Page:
Saturday Column: U.S. needs more quality candidates for public office

The United States is a great country, a world leader in most every category. Critics can point to specific areas where some country may challenge the excellence or leadership of Uncle Sam, but, overall, the U.S. is the best.

Americans have more freedoms, more opportunities, excellent health care and great universities and research centers. The nation enjoys tremendous generosity by its private citizens and can offer fiscal and technical assistance to other countries in times of need. It has a superb military and is a force for freedom throughout the world.

Sure, the U.S. has problems, challenges and strong differences of opinion among its citizens, but it is, indeed, the shining star in the eyes of millions of people living in other parts of the world.

With such a history of leadership and excellence, why is it, in this country of more than 300 million, it seems to be increasingly difficult to encourage good, honest, talented, properly motivated and knowledgeable individuals to be candidates for public office at the local, state or national levels?

These days, this question seems to be raised relative to the four top individuals seeking the U.S. presidency, the world’s most powerful elective office. However, the same question can be asked relative to city commissioners, county commissions, boards of education, mayors, state legislators and governors and members of the U.S. House and Senate.

Are today’s candidates for the presidency the best this country can offer?

• A flawed former U.S. senator and secretary of state, a political insider for 30 years, a very wealthy individual who is identified in public polls as being a liar and untrustworthy.

• A U.S. senator from Vermont, a long-time political insider running for the presidency on a socialist platform.

• A first-term U.S. senator from Texas, a legal scholar with few friends or supporters among his Senate colleagues, a super conservative and a gifted debater.

• A business entrepreneur who has had many successes, as well as failures, who is untested in public office, is self-funding his primary election efforts and has a style and manner that generates strong support, as well as strong dislike.

Are these four candidates the best this country has to offer for the world’s most powerful elected leader? Are they the most qualified, the most respected, most honest, most knowledgeable and best leaders this country has to offer?

A fifth candidate, Ohio Gov. John Kasich, a former U.S. House member, who once was considered a long shot, might end up as the GOP’s nominee. So far, he has been able to dodge personal attacks on his character or record as an officeholder.

This writer recently asked a highly respected and successful news executive why more talented and able individuals do not seek public office, specifically the presidency and congressional seats.

His answer:

“Technology, which has transformed our lives, made government people less relevant because they no longer have more information than average citizens who now can get all the information they need or want on their iPhones.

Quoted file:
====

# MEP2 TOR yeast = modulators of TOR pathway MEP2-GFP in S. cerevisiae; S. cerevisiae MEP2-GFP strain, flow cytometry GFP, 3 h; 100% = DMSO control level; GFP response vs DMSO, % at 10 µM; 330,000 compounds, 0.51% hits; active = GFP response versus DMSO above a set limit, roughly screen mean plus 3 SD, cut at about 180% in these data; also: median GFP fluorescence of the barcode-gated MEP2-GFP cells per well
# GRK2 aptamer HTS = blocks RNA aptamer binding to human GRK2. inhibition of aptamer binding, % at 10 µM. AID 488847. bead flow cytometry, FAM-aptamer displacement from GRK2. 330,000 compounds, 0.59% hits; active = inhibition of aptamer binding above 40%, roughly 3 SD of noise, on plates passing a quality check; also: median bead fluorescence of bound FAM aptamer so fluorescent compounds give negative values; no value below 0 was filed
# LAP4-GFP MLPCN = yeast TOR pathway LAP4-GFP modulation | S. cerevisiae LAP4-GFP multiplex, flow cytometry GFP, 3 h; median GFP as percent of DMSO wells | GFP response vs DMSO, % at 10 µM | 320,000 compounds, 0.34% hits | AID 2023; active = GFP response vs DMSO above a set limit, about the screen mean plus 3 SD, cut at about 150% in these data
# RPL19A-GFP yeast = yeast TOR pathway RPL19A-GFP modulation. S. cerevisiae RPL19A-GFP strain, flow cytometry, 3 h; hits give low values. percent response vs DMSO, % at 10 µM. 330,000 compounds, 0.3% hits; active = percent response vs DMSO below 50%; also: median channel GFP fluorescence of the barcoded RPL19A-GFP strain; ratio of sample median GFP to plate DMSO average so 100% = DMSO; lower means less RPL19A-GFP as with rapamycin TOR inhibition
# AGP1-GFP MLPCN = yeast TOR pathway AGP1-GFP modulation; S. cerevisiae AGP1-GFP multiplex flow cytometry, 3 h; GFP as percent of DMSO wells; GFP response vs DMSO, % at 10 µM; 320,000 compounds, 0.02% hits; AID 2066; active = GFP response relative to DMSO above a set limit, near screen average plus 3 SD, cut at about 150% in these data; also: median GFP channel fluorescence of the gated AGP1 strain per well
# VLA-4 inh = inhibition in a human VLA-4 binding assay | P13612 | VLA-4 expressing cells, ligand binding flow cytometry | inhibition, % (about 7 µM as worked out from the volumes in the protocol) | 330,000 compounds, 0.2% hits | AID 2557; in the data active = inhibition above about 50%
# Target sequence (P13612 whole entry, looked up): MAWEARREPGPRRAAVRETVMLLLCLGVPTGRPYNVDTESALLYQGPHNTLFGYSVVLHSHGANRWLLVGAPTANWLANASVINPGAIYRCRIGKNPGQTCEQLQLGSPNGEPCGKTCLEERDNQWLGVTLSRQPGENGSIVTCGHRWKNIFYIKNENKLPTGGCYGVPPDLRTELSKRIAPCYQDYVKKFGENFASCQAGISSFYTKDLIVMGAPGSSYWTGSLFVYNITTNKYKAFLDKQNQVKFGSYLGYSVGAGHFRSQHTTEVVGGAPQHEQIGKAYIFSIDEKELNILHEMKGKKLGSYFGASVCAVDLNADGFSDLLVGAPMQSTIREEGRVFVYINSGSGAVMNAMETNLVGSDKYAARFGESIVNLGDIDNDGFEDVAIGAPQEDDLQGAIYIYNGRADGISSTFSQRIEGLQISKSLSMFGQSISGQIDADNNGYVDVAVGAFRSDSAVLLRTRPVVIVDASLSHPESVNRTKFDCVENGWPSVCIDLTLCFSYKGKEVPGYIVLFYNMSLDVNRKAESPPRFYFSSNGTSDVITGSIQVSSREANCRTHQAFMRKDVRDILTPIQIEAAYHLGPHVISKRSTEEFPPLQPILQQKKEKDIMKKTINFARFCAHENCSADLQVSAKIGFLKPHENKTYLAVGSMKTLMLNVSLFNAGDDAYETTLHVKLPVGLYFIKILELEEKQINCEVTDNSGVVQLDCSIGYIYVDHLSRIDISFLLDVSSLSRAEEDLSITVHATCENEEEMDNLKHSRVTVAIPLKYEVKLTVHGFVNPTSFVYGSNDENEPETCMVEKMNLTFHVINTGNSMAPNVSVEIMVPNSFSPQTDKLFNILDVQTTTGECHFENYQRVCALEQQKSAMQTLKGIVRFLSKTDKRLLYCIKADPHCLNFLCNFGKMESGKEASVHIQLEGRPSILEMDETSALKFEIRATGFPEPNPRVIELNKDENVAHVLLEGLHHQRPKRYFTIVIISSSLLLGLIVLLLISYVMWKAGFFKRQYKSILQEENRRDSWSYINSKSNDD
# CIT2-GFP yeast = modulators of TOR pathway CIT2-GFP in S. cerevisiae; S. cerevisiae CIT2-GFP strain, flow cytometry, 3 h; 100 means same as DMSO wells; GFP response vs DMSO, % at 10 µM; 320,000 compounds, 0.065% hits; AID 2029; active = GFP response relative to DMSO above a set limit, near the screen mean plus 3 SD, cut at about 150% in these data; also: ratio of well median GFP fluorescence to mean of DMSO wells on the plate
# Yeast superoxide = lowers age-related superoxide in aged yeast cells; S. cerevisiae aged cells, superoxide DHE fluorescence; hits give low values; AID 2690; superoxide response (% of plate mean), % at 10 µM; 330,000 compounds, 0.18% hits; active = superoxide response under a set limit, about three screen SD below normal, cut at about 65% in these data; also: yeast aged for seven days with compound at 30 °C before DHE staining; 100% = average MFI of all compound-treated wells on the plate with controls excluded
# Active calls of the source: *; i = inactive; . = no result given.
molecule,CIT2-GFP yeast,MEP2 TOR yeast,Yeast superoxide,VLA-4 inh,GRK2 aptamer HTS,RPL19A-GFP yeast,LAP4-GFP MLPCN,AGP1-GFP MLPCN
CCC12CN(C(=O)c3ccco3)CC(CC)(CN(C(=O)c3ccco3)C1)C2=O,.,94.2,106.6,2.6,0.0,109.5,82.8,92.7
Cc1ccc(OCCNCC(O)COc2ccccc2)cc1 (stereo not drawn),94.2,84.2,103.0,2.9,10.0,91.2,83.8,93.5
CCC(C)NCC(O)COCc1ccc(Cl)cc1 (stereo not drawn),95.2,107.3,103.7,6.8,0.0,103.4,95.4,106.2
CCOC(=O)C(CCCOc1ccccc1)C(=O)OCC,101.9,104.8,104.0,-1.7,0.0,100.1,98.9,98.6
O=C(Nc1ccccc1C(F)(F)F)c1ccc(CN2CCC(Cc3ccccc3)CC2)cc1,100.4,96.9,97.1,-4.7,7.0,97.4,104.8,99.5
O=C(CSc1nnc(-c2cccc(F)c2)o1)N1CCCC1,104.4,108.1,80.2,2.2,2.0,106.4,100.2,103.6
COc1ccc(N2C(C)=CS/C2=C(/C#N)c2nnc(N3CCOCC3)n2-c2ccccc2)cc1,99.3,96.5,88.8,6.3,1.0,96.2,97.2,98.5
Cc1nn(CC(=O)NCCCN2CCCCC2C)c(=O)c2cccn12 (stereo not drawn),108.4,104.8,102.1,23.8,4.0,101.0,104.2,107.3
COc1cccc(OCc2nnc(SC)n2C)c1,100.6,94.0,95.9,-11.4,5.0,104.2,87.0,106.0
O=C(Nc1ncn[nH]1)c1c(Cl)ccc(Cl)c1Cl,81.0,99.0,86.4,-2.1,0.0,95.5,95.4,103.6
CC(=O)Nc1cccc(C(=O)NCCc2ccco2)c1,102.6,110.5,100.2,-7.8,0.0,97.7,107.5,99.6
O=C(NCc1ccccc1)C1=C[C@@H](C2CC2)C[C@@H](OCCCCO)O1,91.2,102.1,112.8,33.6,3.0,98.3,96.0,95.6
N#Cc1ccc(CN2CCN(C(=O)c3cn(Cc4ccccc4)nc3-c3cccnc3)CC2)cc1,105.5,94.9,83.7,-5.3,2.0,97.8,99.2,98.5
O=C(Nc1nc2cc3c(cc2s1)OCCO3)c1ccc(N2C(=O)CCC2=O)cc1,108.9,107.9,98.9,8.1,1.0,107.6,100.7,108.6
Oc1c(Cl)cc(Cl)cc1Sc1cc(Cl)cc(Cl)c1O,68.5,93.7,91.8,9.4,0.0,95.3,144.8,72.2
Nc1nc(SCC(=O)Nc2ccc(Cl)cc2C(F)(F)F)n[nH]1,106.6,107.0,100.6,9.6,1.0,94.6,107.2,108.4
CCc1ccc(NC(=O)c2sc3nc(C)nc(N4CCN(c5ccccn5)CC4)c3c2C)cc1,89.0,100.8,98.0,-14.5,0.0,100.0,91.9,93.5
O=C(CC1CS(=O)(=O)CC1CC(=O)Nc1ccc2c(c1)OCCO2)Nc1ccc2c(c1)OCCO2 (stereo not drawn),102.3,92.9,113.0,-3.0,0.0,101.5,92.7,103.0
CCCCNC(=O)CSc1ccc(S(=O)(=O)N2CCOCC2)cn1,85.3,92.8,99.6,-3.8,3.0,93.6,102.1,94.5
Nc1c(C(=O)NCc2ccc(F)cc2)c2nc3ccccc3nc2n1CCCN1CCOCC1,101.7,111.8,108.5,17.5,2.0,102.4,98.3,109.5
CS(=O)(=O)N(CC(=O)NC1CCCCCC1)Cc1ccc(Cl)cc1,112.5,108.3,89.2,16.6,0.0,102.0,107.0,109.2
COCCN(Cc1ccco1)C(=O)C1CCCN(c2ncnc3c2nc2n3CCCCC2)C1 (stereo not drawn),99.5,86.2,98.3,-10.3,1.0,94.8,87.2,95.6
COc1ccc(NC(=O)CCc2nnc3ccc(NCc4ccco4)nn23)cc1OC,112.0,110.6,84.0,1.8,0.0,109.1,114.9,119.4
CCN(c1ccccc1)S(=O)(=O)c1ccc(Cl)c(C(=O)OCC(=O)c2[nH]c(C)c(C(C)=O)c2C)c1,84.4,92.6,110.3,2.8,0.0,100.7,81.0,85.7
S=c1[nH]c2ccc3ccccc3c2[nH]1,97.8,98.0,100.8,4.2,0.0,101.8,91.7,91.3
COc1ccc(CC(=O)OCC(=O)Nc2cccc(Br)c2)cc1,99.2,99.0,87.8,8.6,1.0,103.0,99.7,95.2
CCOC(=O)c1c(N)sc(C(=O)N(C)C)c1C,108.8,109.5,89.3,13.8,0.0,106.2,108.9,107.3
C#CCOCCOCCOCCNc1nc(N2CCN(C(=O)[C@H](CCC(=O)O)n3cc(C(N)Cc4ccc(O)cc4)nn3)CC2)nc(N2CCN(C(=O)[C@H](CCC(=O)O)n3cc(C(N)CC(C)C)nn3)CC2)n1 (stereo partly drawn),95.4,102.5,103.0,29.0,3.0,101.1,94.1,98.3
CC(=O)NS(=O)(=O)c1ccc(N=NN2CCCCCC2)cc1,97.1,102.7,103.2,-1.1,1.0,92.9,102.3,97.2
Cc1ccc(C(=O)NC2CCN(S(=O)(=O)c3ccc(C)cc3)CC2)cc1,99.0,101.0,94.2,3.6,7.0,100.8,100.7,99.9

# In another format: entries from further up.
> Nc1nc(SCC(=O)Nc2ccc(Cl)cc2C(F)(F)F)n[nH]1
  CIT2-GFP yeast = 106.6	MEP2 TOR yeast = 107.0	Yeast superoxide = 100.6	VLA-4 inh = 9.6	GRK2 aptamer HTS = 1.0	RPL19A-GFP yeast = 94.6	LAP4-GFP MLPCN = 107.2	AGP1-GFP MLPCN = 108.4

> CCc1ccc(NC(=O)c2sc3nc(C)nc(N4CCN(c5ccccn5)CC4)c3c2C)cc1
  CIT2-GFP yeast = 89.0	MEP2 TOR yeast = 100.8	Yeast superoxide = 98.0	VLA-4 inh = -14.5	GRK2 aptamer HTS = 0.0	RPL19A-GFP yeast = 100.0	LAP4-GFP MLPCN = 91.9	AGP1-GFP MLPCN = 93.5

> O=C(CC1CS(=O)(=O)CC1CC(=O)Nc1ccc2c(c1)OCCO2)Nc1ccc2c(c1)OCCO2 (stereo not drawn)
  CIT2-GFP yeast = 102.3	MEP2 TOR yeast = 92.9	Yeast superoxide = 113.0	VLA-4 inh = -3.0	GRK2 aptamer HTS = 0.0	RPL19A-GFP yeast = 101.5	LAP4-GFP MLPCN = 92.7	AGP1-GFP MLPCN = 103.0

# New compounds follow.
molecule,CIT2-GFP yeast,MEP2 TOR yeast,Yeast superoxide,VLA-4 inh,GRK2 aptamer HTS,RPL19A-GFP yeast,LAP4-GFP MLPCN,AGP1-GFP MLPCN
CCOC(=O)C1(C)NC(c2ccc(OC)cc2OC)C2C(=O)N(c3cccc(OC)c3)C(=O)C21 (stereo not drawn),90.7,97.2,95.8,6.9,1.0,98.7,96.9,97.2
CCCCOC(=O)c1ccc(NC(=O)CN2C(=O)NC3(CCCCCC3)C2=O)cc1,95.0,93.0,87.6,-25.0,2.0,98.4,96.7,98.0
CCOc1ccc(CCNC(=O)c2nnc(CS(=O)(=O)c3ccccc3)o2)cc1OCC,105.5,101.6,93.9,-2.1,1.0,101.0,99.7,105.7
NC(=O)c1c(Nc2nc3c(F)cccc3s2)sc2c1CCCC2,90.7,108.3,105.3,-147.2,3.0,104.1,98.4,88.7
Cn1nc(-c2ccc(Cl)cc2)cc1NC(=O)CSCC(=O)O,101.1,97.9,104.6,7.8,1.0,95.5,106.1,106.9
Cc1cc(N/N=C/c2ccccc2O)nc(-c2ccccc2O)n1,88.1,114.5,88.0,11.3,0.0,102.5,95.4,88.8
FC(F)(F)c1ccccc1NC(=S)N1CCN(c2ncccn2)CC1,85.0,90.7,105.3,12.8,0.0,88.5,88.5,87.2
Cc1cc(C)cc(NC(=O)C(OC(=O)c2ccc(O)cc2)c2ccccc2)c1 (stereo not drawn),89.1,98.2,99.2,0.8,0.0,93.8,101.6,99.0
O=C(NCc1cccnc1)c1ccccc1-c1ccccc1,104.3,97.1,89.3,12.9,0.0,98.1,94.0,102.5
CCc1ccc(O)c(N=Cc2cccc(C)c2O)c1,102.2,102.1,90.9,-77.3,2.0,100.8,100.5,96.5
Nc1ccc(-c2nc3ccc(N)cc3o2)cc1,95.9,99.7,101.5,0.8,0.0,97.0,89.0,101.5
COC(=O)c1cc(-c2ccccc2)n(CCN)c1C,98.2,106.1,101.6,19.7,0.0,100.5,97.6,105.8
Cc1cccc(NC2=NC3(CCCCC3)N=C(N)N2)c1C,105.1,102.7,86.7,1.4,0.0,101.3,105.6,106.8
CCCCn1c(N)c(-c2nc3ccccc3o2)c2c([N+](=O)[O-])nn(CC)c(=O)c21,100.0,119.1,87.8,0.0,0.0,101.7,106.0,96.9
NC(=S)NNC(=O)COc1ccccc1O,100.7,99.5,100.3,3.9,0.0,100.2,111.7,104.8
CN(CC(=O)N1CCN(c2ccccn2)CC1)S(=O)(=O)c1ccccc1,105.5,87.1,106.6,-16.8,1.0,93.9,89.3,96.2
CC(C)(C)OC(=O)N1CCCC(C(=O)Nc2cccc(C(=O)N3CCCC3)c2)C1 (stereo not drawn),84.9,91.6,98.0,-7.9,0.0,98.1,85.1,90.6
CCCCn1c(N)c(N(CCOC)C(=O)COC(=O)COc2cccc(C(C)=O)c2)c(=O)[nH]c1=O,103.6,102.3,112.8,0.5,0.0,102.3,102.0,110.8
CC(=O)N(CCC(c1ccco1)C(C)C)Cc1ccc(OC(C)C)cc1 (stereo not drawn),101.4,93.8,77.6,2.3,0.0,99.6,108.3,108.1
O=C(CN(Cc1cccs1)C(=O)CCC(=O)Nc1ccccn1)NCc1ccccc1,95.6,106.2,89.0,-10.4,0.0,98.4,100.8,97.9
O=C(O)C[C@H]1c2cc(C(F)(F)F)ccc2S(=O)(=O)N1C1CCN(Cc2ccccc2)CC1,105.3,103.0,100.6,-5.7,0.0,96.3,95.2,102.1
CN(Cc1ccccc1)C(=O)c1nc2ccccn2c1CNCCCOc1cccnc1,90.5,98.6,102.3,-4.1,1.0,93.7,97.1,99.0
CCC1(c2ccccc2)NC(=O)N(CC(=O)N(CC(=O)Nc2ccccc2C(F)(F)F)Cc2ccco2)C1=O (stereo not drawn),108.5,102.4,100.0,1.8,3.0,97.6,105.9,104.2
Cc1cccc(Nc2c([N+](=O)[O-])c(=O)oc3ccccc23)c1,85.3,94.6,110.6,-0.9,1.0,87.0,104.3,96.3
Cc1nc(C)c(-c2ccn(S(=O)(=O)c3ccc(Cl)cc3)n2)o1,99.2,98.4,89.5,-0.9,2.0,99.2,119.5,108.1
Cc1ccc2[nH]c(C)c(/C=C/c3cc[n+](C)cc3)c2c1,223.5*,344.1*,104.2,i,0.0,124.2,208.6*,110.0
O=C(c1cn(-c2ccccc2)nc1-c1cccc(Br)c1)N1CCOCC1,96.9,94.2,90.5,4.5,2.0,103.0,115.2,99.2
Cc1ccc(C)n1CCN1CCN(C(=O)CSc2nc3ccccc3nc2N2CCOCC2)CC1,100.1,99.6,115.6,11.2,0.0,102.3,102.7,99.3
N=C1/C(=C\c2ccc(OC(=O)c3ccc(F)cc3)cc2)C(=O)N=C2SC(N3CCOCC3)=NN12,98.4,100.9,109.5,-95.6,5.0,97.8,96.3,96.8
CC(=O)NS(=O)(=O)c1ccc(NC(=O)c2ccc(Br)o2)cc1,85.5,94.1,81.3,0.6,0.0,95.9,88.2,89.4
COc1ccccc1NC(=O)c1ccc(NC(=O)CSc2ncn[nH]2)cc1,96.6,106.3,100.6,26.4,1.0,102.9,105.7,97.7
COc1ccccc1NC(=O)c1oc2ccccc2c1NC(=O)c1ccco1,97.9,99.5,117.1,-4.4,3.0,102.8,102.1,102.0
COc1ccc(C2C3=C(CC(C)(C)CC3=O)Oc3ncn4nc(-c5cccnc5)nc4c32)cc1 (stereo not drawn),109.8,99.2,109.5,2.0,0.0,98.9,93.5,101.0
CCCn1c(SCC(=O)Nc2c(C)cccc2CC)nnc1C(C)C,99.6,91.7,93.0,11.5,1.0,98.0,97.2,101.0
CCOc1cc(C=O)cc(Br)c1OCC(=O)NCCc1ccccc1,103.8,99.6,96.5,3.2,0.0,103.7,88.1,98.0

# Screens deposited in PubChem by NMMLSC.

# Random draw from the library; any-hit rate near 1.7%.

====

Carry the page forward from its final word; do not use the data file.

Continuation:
“The result is that fewer people of stature see politics now as a worthwhile profession, which leads to superficial people and debates with mainly name calling, and our two major political parties with little or no influence. And, there is an underlying tide for change in America that our media and most politicians have missed. Establishment and elites talk mainly with people like themselves, while the public moves elsewhere.

“The present day media has now built its business almost entirely on personalities, especially show business people to sell their products in print, on TV and to attract notice on Facebook and the Internet, etc., etc.

“The problem is, none of these media people and politicians know anything about the thoughts and desires of ordinary Americans, and none of them have access to or a desire to pay for the expensive, time-consuming research required to understand American politics today.

“Even the media conveyors of political news themselves are now nothing more than show business-type personalities talking from a script they are handed and who are without any idea of what they are talking about.”

Closing his analysis of the current political scene and why so few talented individuals, men and women who could add so much to government and the betterment of our country, choose to enter politics, he said, “Our only hope is that our brilliant American political system is still, as usual, more important than the political players and that, in the end, ‘the Republic will stand.'”

This thoughtful response should merit the attention of those in the media. There also is the matter of why a talented and able individual would decide to run for a high public office when the media will expose every facet of the person’s life, good and bad, and the family loses any vestige of privacy. Can the desire to be a good citizen and offer public service override the negatives of a highly publicized and costly campaign?

Something needs to be done to encourage more properly motivated and honest men and women to make the sacrifice of serving in public office. The future of our country, to a large degree, depends on the quality of those serving in public offices.